”The company does not provide pipe-borne water. If it provides one, it will bring a standby generator on the day of inauguration and after the ceremony; the company goes away with the generator. And that is the end of that water project.

”The Federal and Akwa Ibom State are not helping matters too. For example, the state government set up revenue team head by the Secretary to the state government with Dr. Mbong Charles and other members. Yet, revenue collected is taken away leaving host communities with meager sum that may not enhance development of the area.’’

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Iko Town has about 5,000 persons on the upland and 2,000 in the riverine. Dry taps are floated everywhere. At the entrance of the street stands towering but abandoned Water Tank. The rustic-looking water works was said to be constructed by SPDC IN 1972. Thereafter, the project was abandoned and it is standing as a monument for tourist attraction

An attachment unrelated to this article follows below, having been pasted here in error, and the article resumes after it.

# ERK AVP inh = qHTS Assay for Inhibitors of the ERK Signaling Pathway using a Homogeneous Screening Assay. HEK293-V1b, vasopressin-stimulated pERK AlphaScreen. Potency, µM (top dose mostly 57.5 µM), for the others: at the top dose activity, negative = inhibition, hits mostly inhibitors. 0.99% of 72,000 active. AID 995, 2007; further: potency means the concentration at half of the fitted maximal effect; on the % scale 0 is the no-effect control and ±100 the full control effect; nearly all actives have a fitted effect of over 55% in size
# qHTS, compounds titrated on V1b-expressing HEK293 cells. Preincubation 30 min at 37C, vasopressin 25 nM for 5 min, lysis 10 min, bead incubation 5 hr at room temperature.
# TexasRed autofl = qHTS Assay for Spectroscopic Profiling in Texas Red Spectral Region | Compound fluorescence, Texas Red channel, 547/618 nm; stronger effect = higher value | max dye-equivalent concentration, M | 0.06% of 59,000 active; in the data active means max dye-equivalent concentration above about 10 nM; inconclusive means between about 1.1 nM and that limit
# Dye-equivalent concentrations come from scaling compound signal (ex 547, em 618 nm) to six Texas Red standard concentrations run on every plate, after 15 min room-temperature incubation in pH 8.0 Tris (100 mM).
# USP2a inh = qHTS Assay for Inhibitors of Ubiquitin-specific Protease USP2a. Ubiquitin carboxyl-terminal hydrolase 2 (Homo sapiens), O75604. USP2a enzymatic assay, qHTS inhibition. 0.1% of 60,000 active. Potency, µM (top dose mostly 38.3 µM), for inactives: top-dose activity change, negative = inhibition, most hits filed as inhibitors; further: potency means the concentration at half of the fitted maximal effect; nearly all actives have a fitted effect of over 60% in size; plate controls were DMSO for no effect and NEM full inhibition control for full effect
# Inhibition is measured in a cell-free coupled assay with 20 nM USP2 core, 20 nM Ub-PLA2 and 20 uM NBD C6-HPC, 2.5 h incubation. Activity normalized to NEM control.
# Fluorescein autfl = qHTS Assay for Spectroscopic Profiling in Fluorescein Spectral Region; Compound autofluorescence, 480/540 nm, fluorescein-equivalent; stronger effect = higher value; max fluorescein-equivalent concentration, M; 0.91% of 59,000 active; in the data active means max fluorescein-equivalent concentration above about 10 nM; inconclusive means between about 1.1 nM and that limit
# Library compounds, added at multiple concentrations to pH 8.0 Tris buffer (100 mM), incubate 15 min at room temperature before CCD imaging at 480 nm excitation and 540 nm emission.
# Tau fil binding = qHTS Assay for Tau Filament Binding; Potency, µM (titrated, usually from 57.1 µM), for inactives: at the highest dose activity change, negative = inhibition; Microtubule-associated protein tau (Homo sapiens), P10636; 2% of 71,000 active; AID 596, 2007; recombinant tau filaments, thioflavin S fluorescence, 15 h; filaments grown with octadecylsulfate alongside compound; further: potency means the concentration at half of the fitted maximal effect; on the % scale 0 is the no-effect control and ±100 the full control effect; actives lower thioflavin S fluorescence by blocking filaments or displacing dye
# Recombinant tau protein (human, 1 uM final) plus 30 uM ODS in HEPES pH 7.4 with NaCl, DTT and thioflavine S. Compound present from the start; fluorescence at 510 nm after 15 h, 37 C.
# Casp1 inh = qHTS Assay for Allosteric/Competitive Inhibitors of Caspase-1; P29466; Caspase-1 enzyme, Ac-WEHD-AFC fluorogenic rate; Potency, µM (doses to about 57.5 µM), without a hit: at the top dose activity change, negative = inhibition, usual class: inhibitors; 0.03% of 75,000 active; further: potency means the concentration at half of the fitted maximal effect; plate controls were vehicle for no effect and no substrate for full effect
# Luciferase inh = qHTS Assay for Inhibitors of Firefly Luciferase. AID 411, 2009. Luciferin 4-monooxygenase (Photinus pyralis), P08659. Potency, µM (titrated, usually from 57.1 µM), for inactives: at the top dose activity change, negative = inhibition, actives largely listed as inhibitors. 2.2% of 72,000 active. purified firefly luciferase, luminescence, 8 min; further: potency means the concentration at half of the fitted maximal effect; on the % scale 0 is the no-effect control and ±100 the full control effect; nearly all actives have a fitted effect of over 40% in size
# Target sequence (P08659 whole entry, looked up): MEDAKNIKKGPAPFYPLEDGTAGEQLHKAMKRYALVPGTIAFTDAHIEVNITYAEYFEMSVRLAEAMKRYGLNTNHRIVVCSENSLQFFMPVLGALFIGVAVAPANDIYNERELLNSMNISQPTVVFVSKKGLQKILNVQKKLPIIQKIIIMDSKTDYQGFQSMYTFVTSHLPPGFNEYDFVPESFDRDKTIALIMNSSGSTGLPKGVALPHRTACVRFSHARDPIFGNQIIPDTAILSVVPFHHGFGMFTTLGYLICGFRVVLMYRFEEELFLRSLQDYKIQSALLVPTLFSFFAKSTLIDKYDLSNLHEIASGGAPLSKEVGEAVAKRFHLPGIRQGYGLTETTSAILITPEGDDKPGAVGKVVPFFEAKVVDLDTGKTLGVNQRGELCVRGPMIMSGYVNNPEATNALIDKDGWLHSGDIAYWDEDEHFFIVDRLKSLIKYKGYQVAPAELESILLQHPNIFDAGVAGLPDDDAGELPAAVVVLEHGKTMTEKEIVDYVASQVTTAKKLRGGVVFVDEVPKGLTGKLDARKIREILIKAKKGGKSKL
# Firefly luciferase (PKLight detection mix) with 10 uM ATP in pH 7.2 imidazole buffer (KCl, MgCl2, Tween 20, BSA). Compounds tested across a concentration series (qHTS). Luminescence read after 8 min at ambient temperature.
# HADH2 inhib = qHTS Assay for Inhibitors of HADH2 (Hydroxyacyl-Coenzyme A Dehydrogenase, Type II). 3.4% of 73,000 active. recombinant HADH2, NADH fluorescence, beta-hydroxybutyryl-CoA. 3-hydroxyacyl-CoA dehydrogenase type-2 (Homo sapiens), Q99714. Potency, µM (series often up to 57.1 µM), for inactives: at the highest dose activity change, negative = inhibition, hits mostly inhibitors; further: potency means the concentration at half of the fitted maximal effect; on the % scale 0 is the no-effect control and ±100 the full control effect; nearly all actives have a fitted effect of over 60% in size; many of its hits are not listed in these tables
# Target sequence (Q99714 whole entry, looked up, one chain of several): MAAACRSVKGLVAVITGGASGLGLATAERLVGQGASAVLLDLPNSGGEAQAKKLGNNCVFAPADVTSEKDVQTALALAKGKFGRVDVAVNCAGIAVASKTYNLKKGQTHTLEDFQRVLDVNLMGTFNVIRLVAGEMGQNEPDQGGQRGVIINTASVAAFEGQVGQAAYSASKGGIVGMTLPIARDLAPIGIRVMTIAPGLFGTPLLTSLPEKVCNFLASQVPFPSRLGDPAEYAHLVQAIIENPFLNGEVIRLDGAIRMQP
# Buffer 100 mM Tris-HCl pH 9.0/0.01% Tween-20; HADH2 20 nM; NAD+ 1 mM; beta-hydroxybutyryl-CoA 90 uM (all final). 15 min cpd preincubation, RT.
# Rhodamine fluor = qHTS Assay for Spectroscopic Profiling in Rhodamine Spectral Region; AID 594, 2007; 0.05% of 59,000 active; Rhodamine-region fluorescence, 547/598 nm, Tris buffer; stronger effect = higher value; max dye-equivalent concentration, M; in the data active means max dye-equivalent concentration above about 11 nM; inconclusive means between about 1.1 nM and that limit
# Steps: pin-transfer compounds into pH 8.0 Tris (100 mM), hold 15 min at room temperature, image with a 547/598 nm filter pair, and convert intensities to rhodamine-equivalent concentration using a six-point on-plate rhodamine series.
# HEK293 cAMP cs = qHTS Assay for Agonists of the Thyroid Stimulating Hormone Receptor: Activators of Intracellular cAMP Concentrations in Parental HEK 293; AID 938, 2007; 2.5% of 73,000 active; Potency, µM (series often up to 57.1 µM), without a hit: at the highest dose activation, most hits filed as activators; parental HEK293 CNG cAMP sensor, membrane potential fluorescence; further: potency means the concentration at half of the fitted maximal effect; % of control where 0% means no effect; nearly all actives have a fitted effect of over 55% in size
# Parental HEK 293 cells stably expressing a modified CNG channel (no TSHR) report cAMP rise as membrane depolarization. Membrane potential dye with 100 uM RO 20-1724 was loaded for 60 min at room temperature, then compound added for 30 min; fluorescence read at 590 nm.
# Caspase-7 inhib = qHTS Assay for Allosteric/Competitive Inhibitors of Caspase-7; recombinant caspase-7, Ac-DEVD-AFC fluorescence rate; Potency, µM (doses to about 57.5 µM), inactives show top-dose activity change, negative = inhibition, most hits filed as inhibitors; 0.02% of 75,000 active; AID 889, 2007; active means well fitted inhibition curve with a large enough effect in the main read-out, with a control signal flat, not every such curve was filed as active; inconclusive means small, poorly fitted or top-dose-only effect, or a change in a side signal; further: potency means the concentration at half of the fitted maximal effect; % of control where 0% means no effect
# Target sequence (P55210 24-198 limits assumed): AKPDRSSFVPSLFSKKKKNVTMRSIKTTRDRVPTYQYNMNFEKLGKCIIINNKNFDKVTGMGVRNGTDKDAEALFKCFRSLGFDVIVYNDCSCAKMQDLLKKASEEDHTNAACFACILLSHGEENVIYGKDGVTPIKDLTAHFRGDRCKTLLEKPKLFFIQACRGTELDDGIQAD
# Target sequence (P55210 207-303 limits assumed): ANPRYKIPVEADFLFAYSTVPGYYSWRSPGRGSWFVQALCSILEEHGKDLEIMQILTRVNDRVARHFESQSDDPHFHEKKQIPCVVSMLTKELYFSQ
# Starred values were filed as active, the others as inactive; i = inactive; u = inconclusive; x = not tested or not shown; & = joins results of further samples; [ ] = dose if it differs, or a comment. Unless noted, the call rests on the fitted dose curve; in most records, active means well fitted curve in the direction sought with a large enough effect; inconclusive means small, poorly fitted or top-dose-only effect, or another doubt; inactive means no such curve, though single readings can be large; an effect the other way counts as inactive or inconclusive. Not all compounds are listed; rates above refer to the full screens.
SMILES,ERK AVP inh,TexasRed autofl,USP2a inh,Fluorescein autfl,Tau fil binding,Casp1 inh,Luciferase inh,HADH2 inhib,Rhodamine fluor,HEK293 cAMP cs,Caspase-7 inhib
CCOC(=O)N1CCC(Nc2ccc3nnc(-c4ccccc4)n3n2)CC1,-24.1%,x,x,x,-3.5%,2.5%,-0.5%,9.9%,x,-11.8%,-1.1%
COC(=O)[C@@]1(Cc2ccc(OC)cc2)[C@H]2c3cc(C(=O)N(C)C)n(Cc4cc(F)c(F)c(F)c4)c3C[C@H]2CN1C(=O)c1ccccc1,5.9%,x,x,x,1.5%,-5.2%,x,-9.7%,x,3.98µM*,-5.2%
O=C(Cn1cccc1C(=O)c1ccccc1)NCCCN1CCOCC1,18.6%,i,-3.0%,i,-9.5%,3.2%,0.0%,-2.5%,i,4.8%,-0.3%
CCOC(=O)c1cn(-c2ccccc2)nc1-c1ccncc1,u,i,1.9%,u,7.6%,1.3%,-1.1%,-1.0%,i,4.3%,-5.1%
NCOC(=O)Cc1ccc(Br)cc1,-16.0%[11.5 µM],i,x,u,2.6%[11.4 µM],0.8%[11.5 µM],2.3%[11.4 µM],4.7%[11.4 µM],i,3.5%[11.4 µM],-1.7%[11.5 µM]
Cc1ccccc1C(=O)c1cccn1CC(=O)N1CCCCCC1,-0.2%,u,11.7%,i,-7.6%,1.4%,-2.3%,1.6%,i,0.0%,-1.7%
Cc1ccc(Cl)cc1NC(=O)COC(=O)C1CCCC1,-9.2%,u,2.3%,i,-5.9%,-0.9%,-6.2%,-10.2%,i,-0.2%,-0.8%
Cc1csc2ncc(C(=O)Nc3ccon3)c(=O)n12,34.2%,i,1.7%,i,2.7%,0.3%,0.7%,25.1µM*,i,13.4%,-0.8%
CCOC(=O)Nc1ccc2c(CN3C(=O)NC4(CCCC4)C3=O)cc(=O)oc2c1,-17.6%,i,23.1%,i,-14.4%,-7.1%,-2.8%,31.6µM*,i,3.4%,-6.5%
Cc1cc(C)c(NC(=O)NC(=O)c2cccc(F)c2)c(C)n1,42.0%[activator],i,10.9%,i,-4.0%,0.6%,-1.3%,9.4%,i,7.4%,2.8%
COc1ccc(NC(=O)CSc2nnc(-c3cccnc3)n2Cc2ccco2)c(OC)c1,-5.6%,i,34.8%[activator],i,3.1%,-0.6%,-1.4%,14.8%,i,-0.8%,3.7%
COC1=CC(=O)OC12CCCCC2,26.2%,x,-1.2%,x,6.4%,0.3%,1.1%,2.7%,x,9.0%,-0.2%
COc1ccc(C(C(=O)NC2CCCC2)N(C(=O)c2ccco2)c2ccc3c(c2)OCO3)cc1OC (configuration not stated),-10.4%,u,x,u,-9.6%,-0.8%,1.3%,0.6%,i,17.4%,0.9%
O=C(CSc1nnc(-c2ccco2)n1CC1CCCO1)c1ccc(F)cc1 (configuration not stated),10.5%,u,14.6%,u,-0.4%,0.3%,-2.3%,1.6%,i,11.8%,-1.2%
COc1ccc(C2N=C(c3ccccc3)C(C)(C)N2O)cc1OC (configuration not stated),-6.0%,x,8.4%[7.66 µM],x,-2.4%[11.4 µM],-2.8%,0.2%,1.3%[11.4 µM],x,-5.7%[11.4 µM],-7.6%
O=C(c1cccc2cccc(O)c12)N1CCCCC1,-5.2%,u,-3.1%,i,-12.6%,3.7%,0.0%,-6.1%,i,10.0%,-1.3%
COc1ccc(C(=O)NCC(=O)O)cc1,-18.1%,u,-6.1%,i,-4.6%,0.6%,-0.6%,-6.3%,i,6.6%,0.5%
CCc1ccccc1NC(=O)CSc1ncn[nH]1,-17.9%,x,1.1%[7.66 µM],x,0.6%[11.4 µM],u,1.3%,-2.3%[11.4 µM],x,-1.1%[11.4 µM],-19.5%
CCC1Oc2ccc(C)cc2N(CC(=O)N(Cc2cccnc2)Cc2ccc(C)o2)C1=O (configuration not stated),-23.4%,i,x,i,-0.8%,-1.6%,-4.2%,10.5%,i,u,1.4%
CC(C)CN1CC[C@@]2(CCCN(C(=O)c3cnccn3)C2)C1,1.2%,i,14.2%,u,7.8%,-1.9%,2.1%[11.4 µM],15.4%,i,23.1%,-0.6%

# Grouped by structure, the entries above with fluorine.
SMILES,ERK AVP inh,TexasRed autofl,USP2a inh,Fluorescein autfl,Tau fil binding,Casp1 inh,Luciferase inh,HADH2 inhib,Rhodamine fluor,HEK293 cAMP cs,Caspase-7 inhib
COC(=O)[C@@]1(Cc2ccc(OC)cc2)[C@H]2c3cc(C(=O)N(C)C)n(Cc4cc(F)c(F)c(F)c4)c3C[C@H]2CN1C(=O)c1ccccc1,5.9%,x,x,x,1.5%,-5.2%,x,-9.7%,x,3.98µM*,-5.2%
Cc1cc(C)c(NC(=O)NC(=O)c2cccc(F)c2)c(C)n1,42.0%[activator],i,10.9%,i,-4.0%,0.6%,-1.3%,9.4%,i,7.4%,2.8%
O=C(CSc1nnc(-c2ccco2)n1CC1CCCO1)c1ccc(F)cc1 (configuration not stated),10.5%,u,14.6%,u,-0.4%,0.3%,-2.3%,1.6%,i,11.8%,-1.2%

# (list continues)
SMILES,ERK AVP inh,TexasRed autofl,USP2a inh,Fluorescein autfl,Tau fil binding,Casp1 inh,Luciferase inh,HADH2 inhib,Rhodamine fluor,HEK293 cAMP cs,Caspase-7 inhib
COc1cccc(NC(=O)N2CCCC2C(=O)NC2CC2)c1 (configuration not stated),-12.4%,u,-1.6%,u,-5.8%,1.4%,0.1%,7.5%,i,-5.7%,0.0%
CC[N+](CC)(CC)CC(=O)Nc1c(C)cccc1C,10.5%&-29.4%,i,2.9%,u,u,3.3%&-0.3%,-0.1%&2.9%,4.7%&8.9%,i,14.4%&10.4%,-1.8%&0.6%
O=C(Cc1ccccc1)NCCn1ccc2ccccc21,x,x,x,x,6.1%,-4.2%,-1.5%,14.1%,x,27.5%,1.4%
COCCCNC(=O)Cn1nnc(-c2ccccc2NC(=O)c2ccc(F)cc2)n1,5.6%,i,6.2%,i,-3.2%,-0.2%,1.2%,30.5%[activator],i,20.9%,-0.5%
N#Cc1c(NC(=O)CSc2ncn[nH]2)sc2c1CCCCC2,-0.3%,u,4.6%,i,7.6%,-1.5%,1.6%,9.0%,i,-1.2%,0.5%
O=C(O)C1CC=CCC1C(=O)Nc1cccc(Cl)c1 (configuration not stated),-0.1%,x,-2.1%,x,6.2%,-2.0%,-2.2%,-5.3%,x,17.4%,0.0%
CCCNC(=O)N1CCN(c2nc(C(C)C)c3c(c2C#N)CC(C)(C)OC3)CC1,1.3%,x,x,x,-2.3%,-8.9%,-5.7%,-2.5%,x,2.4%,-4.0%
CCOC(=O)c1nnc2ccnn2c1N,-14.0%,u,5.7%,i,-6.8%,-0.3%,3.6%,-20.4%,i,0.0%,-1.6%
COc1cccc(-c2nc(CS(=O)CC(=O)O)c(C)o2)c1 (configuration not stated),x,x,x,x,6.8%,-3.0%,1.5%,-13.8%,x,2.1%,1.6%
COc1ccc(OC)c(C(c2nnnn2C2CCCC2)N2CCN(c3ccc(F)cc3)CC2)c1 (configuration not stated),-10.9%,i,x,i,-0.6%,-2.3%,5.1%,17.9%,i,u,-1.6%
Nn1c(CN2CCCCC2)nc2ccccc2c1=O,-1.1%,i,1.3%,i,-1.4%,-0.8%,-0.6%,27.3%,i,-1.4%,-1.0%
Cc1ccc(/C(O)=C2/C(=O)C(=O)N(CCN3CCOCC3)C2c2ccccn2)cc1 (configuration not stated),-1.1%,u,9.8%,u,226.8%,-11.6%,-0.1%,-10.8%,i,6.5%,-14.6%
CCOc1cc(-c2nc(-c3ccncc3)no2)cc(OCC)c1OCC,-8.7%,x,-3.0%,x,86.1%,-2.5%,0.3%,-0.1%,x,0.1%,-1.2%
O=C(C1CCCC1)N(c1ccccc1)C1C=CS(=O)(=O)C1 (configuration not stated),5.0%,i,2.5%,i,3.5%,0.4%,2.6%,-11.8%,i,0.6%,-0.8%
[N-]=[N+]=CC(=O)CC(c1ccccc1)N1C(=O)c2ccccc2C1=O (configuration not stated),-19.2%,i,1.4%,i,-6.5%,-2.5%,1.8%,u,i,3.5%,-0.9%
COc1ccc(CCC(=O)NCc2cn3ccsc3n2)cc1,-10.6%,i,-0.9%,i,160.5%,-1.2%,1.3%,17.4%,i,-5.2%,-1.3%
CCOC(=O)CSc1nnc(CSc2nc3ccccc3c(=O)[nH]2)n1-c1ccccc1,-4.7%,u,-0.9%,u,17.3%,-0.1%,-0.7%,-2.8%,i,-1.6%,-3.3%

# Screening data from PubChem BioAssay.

Emmanuel Frank residing in the riverine Iko Town thanked God for the health of the people including children owing to the contaminated water they drink. ”People who drink treated water fall sick, but people who drink contaminated water are healthy. It is God’s grace.’’

At the mouth of the murky Ekpitim River are flying boats and peddlers while passengers were seen boarding flying boats and sailing to and from the riverine area. Passengers sailing to and off the coast to the hinterland were bringing mangoes and seafood for sale. Overlooking the river in what looks like Archipelago were rigs mounted by an oil company.

The fate of Iko Town befalls virtually all the oil-producing communities in the Nigeria’s South-South and South-East Regions. For example, Ibeno, Mkpanak and some Mbo villages in Akwa Ibom; Oloibiri in Bayelsa; oil-rich communities in Delta, Edo, Ondo, Abia, Imo and Edo States are grotto of deprivations and underdevelopment.

It could be a deliberate policy by the Federal and state governments to emasculate them from protesting against oil companies or a ploy to silence and consign them to perpetual slavery.  Who knows? Is this not Blackman’s neocolonialism against fellow human beings?